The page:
rm Argument list too long

rm Argument list too long

rm * Argument list too long

The dreaded message when you are hurriedly trying to delete logs from your production machines because your /var partition is filling up fast and your machine is about to crap out.

Well, maybe that’s not the case for you, but if you are here, you are here because you tried to delete a bunch of files using a wildcard and well, rm refused to do it. There are a few workarounds floating around on the net about why this happens and why bash refuses to do it because yadda, but let’s be real. You are here because you need to delete a bunch of files. And chances are likely if you are on a prod server deleting logs, you are probably a bit apprehensive about rm’ing things anyway. One wrong slip and whoops there goes your root folder.

My recommendation on deleting a bunch of files?

Use the find command.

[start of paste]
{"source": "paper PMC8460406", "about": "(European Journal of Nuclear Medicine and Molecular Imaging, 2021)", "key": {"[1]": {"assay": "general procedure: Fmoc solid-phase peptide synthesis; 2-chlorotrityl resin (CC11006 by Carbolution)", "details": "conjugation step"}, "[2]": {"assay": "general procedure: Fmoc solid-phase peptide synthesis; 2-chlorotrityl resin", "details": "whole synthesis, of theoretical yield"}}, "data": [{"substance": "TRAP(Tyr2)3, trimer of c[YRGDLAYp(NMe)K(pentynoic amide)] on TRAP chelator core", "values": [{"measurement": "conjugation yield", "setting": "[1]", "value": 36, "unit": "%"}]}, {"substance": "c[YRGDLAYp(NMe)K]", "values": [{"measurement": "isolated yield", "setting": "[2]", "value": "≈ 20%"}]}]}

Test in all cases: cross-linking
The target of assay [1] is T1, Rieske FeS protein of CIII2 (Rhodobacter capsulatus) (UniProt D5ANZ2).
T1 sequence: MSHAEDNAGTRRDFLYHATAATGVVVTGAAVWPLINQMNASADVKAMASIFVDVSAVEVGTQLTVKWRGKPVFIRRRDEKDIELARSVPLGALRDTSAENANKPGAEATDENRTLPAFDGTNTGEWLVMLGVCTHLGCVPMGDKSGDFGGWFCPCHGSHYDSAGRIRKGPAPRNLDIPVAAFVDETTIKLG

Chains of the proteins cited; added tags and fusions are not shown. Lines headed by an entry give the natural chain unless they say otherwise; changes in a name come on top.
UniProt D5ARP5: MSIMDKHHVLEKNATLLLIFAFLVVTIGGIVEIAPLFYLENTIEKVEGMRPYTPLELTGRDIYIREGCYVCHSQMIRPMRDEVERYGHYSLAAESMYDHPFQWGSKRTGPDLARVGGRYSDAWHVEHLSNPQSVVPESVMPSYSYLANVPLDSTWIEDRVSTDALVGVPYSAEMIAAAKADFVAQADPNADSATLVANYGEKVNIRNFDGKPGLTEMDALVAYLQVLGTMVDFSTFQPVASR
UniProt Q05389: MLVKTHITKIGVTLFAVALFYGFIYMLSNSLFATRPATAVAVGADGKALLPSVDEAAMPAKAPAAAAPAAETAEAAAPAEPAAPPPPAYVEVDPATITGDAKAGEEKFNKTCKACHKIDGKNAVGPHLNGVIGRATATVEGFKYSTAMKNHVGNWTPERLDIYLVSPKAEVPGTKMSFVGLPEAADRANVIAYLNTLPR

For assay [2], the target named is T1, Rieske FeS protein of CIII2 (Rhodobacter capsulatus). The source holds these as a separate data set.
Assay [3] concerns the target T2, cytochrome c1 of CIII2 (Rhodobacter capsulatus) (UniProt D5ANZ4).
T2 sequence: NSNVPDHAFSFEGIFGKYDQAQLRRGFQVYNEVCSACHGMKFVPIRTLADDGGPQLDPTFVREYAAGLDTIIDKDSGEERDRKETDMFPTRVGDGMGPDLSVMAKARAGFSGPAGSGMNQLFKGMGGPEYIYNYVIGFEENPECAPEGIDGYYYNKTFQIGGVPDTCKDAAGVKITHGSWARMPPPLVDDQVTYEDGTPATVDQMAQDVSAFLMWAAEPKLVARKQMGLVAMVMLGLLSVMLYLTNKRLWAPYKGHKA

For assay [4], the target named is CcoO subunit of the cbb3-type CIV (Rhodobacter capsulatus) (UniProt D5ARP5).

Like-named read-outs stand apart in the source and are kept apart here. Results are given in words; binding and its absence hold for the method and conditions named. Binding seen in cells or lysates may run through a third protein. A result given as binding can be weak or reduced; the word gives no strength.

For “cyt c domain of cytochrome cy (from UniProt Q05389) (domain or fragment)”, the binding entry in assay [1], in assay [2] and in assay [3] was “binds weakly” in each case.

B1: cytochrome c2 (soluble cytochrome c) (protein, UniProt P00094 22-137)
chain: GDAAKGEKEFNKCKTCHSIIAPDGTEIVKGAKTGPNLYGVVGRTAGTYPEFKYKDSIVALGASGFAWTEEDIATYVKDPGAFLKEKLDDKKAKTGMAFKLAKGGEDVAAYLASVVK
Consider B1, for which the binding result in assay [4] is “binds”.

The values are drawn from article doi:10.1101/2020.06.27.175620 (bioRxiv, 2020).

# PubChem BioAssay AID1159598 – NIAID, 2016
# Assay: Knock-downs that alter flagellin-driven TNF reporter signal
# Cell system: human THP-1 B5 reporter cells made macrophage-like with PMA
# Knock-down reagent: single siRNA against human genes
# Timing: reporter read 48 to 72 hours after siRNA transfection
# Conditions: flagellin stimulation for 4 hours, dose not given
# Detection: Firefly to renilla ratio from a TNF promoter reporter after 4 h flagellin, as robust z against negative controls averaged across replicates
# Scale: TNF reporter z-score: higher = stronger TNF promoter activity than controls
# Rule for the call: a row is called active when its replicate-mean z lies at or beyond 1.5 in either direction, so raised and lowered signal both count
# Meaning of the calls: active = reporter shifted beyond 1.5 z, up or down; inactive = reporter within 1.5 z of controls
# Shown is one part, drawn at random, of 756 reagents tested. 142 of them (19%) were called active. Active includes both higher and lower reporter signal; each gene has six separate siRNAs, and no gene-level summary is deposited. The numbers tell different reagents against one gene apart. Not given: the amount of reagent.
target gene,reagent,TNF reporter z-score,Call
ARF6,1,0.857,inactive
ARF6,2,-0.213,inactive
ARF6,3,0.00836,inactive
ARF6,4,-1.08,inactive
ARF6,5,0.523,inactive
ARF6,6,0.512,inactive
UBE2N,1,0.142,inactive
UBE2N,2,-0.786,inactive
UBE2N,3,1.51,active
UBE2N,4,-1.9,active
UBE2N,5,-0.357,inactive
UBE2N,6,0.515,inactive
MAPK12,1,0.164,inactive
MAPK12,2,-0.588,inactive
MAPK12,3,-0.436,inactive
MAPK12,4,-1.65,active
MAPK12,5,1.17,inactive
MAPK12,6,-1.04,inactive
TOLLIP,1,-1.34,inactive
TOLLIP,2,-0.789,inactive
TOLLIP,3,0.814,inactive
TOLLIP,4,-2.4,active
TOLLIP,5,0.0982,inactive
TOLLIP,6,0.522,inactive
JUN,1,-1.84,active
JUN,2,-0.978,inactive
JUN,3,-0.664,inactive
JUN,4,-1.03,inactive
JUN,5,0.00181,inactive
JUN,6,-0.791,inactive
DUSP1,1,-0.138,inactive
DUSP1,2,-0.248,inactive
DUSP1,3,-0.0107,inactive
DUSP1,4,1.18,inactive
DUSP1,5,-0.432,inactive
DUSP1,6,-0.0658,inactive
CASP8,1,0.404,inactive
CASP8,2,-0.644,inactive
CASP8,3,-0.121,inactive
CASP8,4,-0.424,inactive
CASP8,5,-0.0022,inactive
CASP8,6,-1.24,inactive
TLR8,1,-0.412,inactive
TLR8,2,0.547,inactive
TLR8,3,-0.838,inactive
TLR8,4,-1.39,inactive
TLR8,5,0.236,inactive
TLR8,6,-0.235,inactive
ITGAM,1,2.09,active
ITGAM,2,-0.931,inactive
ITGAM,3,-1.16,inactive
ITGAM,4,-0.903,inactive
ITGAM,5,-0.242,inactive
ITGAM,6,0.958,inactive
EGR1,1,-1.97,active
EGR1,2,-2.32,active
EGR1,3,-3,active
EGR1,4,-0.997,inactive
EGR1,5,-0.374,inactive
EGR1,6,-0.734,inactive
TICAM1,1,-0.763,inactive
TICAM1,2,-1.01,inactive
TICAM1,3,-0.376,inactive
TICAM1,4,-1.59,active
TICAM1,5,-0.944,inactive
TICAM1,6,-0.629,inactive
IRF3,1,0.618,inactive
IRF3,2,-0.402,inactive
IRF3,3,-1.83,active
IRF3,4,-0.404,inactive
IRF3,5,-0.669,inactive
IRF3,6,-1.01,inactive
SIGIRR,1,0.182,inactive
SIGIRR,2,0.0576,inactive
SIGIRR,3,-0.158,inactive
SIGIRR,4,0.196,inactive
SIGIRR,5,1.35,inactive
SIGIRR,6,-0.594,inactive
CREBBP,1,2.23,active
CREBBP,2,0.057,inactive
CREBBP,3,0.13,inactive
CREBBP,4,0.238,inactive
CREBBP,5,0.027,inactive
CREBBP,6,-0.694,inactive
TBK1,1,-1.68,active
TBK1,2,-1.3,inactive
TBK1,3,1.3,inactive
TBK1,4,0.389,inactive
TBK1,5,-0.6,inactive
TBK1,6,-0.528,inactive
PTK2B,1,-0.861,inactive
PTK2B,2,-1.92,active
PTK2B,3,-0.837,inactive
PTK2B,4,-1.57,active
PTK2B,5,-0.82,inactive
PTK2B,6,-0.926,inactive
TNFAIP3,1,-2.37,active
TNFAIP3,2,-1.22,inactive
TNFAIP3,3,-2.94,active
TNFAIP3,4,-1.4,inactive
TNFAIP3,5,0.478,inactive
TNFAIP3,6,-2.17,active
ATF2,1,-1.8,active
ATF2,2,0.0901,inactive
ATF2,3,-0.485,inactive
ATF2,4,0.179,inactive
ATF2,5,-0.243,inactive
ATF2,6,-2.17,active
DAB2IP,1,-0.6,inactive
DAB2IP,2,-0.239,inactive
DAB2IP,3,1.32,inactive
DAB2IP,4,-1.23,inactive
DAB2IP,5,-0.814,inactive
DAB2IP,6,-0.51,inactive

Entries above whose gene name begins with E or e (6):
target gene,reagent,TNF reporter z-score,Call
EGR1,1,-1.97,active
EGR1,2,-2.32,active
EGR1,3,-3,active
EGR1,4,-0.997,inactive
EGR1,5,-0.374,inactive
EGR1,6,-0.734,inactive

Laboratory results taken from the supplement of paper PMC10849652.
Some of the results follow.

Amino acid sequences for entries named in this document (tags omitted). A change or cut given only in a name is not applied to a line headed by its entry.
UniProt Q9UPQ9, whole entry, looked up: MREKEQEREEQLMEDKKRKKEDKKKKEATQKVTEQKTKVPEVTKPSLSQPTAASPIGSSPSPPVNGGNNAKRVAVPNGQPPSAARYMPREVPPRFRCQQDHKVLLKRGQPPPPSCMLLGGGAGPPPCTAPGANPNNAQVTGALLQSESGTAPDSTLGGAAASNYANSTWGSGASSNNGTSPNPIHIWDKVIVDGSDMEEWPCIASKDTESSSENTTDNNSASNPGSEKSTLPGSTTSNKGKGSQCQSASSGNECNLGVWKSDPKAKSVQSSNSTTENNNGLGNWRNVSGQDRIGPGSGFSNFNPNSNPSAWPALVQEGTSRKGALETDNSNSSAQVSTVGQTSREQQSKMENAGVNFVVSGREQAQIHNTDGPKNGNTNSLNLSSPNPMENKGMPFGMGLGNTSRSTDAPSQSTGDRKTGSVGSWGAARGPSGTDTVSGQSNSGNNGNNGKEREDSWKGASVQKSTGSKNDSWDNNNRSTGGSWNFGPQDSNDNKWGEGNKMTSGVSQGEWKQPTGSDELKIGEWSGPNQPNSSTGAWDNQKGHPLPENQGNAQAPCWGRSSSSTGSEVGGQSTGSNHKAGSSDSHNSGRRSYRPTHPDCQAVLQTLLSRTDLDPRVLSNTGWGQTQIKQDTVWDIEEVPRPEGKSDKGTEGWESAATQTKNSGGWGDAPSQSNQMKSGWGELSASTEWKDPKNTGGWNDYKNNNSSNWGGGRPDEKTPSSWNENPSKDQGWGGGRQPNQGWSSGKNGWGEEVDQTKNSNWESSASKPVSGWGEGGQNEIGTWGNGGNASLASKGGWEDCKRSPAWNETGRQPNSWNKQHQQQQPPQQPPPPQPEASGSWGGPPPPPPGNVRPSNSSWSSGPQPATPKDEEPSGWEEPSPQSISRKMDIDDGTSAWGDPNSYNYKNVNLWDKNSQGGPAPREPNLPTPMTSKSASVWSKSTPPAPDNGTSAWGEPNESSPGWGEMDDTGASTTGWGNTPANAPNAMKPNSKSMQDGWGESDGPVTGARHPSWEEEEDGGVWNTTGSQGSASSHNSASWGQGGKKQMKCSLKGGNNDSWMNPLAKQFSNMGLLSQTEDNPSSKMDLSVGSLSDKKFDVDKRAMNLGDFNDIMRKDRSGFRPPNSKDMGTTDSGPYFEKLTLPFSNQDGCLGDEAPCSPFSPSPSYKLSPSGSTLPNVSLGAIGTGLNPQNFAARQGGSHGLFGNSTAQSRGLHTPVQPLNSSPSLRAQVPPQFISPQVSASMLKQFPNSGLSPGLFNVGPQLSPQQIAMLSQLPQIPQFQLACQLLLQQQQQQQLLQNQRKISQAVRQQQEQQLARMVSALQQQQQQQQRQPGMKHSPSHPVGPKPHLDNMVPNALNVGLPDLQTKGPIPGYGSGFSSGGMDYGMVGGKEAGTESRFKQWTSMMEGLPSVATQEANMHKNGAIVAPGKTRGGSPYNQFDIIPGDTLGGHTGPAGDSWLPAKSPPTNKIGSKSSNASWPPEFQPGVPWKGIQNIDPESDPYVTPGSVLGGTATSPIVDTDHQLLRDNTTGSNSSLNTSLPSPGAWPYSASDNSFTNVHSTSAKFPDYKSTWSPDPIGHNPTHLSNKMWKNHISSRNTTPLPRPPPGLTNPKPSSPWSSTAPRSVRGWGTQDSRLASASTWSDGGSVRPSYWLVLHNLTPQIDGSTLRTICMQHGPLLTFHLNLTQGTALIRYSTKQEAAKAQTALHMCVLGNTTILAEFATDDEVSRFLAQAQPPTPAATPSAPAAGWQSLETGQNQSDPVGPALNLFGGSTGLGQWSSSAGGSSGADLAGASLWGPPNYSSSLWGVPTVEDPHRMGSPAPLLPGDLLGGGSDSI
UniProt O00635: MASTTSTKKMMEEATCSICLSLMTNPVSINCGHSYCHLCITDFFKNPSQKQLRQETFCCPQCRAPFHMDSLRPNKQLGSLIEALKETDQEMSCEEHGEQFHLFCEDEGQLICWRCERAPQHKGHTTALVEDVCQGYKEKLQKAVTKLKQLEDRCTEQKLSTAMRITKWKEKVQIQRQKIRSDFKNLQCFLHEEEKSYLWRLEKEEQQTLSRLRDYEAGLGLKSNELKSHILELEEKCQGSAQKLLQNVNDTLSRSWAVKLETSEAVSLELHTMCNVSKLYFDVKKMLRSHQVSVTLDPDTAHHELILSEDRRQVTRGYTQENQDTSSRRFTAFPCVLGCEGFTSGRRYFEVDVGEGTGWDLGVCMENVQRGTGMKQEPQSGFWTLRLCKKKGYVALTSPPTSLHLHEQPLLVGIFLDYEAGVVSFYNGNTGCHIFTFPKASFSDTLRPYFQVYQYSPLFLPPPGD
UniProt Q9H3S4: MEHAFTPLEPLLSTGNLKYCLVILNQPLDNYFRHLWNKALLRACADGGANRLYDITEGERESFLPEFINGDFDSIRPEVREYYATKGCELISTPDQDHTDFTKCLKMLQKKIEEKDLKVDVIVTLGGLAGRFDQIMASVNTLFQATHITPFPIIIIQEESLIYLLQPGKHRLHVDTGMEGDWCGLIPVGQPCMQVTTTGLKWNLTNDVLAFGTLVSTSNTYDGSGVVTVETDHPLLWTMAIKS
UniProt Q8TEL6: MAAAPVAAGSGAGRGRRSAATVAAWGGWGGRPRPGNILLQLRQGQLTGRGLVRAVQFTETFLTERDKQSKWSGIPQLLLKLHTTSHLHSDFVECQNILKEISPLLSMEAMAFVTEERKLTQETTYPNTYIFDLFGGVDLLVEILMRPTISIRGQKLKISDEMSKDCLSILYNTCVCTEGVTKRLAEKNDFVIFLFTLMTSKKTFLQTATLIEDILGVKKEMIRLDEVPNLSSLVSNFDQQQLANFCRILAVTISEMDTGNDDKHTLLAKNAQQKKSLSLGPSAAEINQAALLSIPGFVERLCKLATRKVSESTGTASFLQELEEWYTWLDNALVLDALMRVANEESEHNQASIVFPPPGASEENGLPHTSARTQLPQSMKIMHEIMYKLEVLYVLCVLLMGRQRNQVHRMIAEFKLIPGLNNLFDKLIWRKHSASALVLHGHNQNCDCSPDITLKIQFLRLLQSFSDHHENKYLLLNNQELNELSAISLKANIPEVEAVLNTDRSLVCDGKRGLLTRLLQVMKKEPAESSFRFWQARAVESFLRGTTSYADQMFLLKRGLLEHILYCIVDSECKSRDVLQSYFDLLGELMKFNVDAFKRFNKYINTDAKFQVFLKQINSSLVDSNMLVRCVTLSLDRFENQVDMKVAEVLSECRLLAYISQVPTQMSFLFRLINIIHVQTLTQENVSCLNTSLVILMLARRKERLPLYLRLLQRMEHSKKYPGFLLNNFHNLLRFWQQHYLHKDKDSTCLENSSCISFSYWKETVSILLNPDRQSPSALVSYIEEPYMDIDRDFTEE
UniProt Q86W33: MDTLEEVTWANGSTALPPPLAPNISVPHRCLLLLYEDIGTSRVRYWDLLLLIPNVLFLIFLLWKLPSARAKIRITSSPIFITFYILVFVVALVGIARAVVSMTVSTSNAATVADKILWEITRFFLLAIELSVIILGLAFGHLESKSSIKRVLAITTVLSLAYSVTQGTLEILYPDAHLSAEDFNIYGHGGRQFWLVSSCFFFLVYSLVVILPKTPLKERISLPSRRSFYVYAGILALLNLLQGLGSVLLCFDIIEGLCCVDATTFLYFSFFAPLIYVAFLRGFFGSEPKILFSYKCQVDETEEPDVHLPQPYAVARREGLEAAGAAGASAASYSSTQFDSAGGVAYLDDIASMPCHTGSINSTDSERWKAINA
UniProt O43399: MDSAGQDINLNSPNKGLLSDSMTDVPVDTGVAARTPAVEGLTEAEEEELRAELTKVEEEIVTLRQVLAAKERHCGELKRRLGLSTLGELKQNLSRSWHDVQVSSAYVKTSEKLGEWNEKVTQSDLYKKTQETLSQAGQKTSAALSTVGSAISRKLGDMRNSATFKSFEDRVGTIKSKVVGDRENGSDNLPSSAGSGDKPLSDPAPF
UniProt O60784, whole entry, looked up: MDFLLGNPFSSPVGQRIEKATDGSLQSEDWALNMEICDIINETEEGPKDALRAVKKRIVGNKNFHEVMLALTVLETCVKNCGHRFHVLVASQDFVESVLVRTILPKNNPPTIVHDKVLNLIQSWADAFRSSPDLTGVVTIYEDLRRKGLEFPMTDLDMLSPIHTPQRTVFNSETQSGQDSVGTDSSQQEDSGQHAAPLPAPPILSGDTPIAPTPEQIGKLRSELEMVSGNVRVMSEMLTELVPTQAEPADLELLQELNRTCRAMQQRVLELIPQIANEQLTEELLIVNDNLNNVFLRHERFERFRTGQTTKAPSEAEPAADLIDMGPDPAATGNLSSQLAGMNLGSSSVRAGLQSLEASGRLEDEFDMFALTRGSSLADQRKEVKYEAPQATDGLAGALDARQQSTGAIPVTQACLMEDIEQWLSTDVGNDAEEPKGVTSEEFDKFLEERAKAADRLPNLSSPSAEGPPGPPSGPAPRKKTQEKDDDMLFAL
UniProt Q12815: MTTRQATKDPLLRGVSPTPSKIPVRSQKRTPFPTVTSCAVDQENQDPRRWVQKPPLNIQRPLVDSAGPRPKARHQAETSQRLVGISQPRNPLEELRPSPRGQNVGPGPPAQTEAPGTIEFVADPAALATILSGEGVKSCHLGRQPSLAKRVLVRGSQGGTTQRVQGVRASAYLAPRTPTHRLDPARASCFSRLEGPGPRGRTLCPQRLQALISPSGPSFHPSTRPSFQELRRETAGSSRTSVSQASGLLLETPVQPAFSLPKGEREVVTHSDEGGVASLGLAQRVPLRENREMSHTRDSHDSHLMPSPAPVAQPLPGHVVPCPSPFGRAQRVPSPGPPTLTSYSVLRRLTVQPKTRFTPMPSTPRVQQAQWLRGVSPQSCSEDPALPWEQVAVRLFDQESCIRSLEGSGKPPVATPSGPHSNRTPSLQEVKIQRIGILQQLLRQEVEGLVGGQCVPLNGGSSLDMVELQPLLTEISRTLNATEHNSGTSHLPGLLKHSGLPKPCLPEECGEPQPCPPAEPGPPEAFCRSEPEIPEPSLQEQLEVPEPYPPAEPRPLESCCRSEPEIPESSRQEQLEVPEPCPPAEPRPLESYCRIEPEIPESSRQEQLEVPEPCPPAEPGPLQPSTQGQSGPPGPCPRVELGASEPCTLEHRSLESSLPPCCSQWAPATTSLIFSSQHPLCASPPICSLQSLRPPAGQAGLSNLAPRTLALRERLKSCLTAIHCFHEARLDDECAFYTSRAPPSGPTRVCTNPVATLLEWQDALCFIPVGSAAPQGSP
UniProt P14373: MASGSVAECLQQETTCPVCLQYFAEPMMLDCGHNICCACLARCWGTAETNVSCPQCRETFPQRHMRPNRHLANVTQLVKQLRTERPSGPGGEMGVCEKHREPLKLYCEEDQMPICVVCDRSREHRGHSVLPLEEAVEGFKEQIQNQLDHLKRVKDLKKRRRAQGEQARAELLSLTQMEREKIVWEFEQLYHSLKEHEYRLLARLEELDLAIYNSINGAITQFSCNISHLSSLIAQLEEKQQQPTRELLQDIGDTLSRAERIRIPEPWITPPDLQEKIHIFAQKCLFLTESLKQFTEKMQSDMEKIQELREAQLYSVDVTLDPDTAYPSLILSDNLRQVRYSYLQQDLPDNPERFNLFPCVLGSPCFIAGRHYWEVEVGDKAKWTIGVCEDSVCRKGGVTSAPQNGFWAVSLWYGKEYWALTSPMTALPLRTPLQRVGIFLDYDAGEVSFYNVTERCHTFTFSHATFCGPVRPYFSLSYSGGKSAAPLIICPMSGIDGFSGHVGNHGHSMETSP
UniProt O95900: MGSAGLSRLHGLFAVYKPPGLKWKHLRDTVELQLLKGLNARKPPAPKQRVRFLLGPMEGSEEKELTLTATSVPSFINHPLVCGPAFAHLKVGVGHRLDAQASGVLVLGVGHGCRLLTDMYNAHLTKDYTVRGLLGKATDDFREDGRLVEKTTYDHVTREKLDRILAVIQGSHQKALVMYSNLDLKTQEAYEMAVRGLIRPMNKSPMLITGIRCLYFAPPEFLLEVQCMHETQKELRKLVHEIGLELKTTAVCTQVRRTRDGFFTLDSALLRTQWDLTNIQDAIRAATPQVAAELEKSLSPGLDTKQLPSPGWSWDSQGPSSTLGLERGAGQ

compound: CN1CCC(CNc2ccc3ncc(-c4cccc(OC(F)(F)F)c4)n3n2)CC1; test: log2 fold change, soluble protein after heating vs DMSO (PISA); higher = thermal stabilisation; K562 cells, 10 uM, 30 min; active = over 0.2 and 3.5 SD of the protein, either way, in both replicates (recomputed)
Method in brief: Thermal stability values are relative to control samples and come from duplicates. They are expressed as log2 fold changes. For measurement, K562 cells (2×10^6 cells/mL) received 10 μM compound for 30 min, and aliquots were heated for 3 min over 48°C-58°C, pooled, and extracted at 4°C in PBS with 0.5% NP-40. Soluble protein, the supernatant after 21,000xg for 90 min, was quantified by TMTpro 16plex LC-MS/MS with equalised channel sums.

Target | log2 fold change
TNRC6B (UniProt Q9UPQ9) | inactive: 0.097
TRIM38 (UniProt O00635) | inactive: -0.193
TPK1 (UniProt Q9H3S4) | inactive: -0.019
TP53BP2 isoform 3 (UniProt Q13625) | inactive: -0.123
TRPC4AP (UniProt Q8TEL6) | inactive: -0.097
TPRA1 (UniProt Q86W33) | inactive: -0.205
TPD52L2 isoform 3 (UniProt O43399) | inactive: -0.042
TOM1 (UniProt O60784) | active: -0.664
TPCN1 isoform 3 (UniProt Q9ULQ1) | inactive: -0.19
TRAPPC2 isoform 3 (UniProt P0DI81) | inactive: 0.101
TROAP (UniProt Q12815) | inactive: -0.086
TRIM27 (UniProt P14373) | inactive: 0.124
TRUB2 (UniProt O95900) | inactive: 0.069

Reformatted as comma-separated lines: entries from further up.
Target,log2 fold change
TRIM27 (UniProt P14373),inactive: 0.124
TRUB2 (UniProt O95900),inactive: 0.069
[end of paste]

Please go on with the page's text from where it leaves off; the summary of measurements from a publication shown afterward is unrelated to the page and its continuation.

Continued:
Why?

  1. You can see the list of files you are deleting before you pull the trigger.
  2. No more too many arguments.
  3. Because it’s super fun and easy.
  4.  It helps your ‘find’ foo, which, if you don’t have it already, it’s super handy.

This command will let you search, using wildcards, for the matching set of files you would like to delete. If you would like to search for directories, that’s fine too, just add -type d (dir) instead of f (file).

This will produce a list of files that match what you are searching for. Once you have your list set correctly, run the same command but put -delete at the end of it.

That’s all folks.